KIPP Lanning Square's Day of Giving Helps Families 'Shop' for Christmas

By GEORGE WOOLSTON, December 17, 2018

CAMDEN,  NJ— Most weekends, school cafeteria tables are often empty of students and teachers, folded up and pushed up against the walls. On Saturday, however, the cafeteria tables inside the KIPP Cooper Norcross Lanning Square Middle School were filling up by the minute with toys and clothes for all ages.

School staff and volunteers were on hand Saturday to prepare for the school’s annual Day of Giving, an event held on Sunday, Dec. 16 that allows for middle school families who cannot afford to buy holiday gifts come to the school and “shop” a selection of donated new items for children and adults.

The event was started four years ago when the school opened by Principal Bridgit Cusato-Rosa.

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Cusato-Rosa, a native of Camden, recalled her eighth-grade Christmas when talking about why she wanted to start the Day of Giving in 2014.

“I got a gift and it was like a Hanes sweatsuit. My mom just needed help and we were one of those families you adopted, and I remember opening it and it was the same color sweatshirt and sweatpants. I remember pretending to be happy, because my mom is amazing,” Cusato-Rosa said. “People donate a lot of things to Camden, and I think just because you can’t afford it doesn’t mean you shouldn’t have choice.”

Each year, Lockheed Martin’s Camden office, along with the school’s staff, collects newly donated toys and clothes that are spread out across the school’s cafeteria. Then, on the day of the event, parents receive tickets for each member of their family and are allowed to shop around for gifts for their family.

“You can come here and get all the services you need,” said Sarah Watson, director of the school’s community service club. “You need a little bit of help around the holidays, we got you. Anything you need, we got you … it's my favorite thing we do here, definitely. Families remember it, they ask about it, they rely on it at this point, and that’s what I love about our school — we’re now a part of their lives.”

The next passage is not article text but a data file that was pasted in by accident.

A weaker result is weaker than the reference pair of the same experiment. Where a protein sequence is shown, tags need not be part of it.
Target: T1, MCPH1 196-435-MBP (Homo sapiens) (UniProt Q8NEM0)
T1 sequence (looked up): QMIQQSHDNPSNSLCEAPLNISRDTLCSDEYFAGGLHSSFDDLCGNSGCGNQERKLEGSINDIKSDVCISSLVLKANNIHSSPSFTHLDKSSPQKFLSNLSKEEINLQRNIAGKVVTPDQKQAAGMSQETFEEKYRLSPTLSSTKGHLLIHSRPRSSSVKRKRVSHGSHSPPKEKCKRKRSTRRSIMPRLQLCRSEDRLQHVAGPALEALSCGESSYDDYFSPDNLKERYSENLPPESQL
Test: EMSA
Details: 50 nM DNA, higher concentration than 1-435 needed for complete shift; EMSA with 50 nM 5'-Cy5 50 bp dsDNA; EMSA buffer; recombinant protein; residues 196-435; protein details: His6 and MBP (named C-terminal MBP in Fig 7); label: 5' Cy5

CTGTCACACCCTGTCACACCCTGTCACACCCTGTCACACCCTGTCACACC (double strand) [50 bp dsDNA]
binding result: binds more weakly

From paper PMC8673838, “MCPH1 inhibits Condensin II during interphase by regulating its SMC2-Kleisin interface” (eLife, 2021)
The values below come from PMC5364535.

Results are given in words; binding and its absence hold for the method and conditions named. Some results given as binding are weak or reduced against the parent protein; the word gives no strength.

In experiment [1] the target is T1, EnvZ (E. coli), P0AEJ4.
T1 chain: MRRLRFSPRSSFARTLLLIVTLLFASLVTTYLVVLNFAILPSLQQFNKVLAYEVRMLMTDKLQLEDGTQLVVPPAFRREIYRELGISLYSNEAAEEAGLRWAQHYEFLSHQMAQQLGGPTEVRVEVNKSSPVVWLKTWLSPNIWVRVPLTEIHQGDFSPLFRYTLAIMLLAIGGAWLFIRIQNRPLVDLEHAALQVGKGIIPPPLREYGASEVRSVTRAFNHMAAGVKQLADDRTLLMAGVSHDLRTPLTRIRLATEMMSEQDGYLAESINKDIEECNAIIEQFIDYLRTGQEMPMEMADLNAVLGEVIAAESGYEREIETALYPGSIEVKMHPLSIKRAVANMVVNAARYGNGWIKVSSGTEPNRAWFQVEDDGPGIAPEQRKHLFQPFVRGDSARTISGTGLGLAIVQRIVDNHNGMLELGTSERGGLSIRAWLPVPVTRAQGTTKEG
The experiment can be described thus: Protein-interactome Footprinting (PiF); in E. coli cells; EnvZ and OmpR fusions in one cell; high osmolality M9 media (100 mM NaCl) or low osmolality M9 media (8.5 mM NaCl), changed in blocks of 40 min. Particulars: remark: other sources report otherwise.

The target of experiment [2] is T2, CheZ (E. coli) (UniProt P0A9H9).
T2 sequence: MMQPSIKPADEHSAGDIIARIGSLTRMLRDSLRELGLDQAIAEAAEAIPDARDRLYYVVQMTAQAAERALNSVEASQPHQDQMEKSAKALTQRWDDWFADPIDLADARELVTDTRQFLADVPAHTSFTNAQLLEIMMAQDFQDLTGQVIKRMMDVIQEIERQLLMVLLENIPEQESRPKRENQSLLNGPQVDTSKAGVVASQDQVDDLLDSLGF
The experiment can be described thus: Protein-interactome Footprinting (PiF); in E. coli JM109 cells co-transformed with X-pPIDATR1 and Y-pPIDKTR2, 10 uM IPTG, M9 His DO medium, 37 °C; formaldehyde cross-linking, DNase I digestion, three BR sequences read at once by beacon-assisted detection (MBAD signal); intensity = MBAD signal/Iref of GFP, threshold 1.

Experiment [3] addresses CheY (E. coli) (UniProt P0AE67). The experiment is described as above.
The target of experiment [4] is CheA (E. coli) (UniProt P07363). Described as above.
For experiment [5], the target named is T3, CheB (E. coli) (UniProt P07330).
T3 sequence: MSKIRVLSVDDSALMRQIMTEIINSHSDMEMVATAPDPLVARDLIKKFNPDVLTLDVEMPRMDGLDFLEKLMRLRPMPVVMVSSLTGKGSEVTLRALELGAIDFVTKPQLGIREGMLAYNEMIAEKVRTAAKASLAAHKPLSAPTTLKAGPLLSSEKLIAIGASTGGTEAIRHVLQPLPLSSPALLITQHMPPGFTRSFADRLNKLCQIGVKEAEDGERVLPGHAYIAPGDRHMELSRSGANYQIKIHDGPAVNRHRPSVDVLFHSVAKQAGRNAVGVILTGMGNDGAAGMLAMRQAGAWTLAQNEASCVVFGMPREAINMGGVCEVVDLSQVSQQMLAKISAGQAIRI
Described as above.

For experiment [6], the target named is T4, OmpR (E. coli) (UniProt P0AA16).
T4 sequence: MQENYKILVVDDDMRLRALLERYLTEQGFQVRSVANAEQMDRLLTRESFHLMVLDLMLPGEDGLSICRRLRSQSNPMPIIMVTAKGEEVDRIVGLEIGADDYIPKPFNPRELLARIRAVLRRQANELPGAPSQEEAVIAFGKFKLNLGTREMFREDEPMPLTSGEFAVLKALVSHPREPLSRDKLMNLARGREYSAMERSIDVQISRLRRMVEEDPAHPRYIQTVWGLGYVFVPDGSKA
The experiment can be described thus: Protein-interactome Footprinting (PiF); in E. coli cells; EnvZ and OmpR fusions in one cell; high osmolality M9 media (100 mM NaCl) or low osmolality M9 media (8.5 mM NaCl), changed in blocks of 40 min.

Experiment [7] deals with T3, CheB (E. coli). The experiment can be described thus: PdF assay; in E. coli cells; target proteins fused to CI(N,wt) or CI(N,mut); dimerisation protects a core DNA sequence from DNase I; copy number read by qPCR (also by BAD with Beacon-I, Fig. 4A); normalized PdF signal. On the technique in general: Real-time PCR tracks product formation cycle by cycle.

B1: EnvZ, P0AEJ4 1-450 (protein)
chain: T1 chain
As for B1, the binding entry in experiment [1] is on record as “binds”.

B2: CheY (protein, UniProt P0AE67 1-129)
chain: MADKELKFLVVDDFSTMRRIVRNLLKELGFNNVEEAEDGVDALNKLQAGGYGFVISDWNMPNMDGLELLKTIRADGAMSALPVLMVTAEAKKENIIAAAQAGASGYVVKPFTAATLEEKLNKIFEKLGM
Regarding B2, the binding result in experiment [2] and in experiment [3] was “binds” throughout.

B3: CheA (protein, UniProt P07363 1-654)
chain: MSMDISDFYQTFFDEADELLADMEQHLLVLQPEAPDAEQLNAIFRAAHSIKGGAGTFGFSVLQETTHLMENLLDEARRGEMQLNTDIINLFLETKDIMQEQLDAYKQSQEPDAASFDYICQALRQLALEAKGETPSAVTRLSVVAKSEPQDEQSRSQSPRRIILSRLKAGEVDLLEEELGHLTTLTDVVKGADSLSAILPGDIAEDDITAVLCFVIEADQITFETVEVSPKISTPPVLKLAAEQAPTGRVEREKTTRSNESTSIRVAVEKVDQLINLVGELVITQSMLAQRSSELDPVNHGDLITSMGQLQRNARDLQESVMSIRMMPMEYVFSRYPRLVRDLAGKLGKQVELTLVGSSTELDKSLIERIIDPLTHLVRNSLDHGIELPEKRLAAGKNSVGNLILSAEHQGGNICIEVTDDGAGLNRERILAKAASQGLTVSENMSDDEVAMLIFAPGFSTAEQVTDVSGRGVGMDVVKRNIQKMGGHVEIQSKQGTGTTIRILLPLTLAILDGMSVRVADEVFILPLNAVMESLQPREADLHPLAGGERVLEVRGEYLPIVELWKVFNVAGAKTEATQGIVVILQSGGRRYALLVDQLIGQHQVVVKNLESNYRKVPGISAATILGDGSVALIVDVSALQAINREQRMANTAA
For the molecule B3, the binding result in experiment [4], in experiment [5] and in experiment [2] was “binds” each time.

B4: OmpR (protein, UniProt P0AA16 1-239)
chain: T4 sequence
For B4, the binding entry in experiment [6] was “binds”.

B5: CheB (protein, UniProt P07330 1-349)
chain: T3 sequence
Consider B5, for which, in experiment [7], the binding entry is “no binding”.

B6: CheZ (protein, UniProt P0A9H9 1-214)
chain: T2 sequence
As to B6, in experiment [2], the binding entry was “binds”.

The event is staffed only by teachers and features a babysitting room and gift wrapping station.

“Often times, when you don’t have [a lot], you don’t get the simple things like the unwrapping of a gift that you didn’t know,” Cusato-Rosa said. “Sometimes we forget about the feeling and anticipation.”

The principal said that the size of the event and the number of families helped grows each year. This year, around 75 KLSM families were expected to benefit from Sunday’s event.

Students, media and outside volunteers are not allowed to attend on the day of the event, Cusato-Rosa said, “so you can shop and not be on display.”

“I think we do a really good job at making families feel like this is what you’re supposed to do. If it really is a village, it's a village and there is no judgment, and you shouldn’t be embarrassed. It’s like, I may not need it today, but I needed it yesterday. And you may not need it today, but you need it tomorrow,” Cusato-Rosa said.

“You can tell families don’t feel embarrassed, or that we’re just trying to be white knights or something,” Watson said.

Staff members will also put together packages for families that weren’t able to make it on Sunday, Watson said, and deliver them to the families’ homes.

This year, the renaissance school has also started the KIPP Closet — a collection of gently used coats, hats, gloves and other clothing donated by the school’s teachers. Parents are free to take any items needed from the KIPP Closet, which is open at any after-school event throughout the year.